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Why Your Arms Won't Grow

Your Training Sucks

Before you get too angry, yes that was an attention grabbing subheading, though there is truth to the statement. In my experience, the people who would complain about their lack of muscle development in a particular muscle group are often the same people who are the least consistent when it comes to training, eating in a surplus and their programming, or lack thereof, is nothing any thinking human should follow. To build shirt busting arms worth strutting at the beach is a second job and requires a lot of long term consistency; barring incredible genetics, the guy or girl you see with sculpted and defined arms at the gym or beach has spent many years building them. Their programming is solid, their diet regiment is accounted for and most importantly, they’re consistent!


You Do The Same Thing Over and Over

Before starting my own fitness business I used to work at a big box gym and let me say, I’ve completely lost count on the amount of people who used to come into the gym at the exact same time, go to the same machine or had the exact same routine, do the exact same amount of weight, the exact same amount of reps and sets and hope for different results. Don’t dichotomize this and think that novelty is “the secret”, it isn’t. This is to say that your programming and periodization along with exercise selection play a massive role when it comes to the development of your arms and any body part for that matter.


You’re Not Using Full Range of Motion (ROM)

Stop me if you’ve seen this; the guy in the gym that’s using a gangster lean and plenty of body english to get his dumbbell or barbell curls up. The problem here is many fold, one, when you’re swinging the weight and your elbows back and forth, the relative position of your biceps often remains unchanged and you don’t get anywhere near a full muscle contraction. Two, you’re not using the primary muscles, your biceps in this case, the goal is to train your biceps, not to swing the bar up with your hips. And three, swinging the weight allows you to go heavier than you can control with your primary movers, if the weight is too heavy you won’t be able to adequately focus on the muscle contraction of your biceps, instead your body will utilize other muscle groups to assist the movement. You’re not Tom Brady, cheating won’t lead to greater outcomes. Leave your ego at the door, lower the weight and focus on your primary movers going through a full range of motion.


You’re Not Training Your Triceps

We have a vision bias in the gym, we focus a lot on what we can see (our front) and tend to neglect what we can’t. The tricep make up around seventy-five percent of the arm, larger more defined triceps will really show itself relative to the overall size of your arms. The triceps are also impacted with regards to pressing movements, something to keep in mind when formulating your overall programming.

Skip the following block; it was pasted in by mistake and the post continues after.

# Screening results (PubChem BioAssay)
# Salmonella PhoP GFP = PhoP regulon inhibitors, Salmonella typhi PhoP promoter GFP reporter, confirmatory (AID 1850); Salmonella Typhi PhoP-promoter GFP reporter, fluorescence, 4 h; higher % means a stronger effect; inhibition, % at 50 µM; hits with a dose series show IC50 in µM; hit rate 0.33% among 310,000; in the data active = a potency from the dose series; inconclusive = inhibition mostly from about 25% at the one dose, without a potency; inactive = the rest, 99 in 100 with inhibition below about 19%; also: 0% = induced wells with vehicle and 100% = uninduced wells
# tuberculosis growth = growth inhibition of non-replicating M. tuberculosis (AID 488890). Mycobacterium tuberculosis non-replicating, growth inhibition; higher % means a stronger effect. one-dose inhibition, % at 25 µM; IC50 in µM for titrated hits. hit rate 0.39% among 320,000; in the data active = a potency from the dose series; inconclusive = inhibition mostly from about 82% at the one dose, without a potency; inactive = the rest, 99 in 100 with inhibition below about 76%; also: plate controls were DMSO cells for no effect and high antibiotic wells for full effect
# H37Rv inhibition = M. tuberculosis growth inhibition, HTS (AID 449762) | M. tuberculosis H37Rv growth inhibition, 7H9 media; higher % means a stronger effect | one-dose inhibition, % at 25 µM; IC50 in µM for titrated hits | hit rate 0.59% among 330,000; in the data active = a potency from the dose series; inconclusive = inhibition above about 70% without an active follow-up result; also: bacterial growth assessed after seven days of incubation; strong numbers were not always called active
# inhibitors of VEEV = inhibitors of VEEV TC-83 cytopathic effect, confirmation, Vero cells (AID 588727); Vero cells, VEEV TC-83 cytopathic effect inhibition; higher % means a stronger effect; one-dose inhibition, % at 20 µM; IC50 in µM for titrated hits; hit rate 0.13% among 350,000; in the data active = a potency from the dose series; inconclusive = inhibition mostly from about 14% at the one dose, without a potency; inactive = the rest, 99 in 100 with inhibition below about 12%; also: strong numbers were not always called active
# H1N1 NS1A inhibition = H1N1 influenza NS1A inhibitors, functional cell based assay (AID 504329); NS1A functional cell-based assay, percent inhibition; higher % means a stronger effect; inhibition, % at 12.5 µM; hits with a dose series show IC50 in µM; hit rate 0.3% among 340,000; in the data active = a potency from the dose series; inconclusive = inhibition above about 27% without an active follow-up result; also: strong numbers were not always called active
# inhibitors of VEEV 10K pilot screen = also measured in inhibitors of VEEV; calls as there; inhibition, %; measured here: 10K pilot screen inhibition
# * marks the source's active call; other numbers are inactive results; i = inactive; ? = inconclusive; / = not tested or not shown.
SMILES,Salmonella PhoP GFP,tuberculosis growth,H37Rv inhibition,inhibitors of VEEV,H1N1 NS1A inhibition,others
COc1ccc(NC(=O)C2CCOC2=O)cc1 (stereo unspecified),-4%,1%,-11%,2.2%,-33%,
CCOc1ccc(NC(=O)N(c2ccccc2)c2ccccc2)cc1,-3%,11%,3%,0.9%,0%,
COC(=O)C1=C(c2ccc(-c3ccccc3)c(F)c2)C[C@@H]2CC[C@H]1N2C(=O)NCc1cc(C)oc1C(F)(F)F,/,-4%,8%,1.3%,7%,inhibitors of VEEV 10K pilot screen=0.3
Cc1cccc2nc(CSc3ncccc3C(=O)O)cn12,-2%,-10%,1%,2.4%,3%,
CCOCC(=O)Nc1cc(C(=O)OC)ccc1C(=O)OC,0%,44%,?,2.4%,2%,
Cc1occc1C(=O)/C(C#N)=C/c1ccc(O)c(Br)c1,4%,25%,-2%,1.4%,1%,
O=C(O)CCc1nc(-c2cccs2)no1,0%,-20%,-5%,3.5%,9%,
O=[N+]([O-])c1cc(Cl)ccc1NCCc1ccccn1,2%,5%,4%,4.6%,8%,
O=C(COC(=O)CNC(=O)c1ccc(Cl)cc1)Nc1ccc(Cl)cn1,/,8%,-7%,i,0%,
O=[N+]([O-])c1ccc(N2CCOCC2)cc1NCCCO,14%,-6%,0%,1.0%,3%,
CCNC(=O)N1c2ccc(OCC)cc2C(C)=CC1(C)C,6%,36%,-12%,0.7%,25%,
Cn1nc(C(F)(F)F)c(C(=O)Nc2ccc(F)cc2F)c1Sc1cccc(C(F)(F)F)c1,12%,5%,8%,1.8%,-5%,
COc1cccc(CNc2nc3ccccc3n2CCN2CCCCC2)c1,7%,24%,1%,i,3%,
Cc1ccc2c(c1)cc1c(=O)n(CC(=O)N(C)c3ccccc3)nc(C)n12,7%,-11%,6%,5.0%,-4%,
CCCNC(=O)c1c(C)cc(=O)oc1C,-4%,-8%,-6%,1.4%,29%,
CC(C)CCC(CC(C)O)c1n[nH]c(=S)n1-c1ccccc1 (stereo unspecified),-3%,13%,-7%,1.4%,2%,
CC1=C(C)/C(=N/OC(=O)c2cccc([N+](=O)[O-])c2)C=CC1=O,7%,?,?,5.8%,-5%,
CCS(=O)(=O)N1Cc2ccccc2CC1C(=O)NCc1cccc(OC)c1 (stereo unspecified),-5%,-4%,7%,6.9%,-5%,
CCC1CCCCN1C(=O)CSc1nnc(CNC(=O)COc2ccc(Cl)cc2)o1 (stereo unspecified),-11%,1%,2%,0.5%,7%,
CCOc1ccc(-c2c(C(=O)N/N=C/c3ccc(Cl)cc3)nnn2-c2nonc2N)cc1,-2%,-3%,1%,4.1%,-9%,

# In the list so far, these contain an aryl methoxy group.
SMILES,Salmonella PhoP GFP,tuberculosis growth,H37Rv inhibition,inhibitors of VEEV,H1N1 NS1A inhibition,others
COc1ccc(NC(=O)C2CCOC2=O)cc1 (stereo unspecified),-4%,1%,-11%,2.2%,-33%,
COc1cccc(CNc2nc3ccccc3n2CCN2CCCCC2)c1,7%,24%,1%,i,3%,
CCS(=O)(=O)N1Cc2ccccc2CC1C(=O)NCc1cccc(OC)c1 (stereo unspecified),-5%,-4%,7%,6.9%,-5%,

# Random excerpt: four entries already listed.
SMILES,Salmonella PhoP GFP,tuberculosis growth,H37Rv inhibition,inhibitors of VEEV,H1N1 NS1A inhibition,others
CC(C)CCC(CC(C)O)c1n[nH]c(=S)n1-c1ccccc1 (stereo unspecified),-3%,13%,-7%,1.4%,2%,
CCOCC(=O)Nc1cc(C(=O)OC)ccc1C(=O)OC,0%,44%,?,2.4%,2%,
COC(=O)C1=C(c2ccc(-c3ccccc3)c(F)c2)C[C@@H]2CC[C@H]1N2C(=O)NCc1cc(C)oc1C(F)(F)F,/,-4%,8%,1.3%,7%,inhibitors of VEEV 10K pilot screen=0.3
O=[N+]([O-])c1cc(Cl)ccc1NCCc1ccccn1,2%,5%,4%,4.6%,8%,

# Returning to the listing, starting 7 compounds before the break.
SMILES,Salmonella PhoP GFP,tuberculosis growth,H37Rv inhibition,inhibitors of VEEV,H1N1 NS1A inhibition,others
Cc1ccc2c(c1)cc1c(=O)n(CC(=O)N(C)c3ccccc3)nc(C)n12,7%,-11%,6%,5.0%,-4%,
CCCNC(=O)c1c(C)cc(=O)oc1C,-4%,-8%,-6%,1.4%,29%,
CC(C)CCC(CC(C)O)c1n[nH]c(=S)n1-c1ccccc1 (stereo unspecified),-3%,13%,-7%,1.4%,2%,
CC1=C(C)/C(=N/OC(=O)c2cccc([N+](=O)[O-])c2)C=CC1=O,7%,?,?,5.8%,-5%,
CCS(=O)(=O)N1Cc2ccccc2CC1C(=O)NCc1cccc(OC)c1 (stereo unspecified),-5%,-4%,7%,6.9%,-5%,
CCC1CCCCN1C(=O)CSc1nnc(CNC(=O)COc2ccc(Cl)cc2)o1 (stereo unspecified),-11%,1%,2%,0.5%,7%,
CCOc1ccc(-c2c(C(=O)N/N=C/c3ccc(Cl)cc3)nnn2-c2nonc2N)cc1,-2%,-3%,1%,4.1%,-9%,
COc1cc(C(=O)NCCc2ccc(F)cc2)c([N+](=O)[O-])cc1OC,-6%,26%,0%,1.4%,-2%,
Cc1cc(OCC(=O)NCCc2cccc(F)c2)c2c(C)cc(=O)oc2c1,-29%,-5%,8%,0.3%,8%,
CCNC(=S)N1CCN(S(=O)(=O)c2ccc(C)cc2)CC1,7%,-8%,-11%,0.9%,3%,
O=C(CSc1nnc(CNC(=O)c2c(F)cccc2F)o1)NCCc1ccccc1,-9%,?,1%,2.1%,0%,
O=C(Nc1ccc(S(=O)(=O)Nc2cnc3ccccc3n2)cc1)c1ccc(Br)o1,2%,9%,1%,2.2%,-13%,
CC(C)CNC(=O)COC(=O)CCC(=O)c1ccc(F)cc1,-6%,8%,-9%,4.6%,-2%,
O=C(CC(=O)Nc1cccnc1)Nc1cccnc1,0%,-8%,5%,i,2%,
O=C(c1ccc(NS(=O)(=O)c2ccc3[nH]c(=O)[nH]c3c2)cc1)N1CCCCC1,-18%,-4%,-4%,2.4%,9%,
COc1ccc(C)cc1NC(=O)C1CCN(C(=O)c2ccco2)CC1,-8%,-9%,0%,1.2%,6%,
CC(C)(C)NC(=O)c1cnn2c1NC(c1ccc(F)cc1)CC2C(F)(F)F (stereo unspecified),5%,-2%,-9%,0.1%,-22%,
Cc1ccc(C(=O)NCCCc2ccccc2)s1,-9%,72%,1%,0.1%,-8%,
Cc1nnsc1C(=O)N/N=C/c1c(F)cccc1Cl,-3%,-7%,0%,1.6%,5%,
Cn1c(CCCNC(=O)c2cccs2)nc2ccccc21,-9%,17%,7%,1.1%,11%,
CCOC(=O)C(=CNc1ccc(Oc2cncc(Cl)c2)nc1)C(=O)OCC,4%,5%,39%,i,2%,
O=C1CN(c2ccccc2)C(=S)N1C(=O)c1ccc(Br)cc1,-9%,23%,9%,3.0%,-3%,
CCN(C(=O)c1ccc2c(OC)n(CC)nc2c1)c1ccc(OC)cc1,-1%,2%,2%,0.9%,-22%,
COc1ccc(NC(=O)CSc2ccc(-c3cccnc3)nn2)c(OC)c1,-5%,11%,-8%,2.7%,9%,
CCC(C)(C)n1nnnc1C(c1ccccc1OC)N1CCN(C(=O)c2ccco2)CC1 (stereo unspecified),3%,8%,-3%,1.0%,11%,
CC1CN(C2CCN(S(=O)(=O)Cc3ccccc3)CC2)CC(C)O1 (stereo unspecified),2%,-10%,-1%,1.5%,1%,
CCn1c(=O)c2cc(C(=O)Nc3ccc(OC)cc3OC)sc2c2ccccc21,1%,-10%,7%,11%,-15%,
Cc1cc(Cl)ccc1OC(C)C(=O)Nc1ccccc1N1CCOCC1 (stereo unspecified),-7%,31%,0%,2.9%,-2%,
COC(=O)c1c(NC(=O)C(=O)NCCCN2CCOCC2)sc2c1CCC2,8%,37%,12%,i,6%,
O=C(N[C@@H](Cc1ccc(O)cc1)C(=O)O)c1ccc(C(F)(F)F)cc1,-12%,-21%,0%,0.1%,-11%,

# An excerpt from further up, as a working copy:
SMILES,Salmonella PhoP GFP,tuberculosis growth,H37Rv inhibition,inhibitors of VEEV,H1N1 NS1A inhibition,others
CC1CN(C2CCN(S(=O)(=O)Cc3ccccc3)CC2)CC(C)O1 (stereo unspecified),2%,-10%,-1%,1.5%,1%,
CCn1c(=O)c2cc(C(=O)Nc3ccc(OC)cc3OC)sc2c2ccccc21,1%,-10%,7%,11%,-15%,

You’re Not Eating Consistently

If you’re trying to grow, you need to eat! This doesn’t meaning eating in a surplus for one or two weeks, seeing the scale weight trend up, panicking and instantly going into a calorie deficit. Building muscle is a long game that takes many months and years of consistency, you’re not going to see results in two weeks and maybe even in two months. For novice lifters a higher calorie surplus can be had, two to four hundred is my rule of thumb. For intermediate and advanced lifters a smaller calorie surplus is what’s needed, one to two hundred.


Ending Thought

Don’t get caught up in the minutiae of the details that don’t matter like a magical set and rep range, magic “muscle building” foods or miracle supplements. The basics work and work well. Train consistently, eat in a sustain surplus and don’t lift like an asshole. I will also leave you with these helpful tips on your bicep busting journey.

  • Space out your training volume into multiple sessions. Example: It’s better to perform twelve sets of bicep curls over two sessions than doing them all in one session.

  • Stick to a higher rep range (12-15) and come within two to four reps of failure when training your arms

  • Select three or four different exercises and try to achieve excellent movement competency, once you have, expand your selection(s).


By: Peter Baboulas



IG: babs302

E-mail: peterbaboulas@hotmail.com




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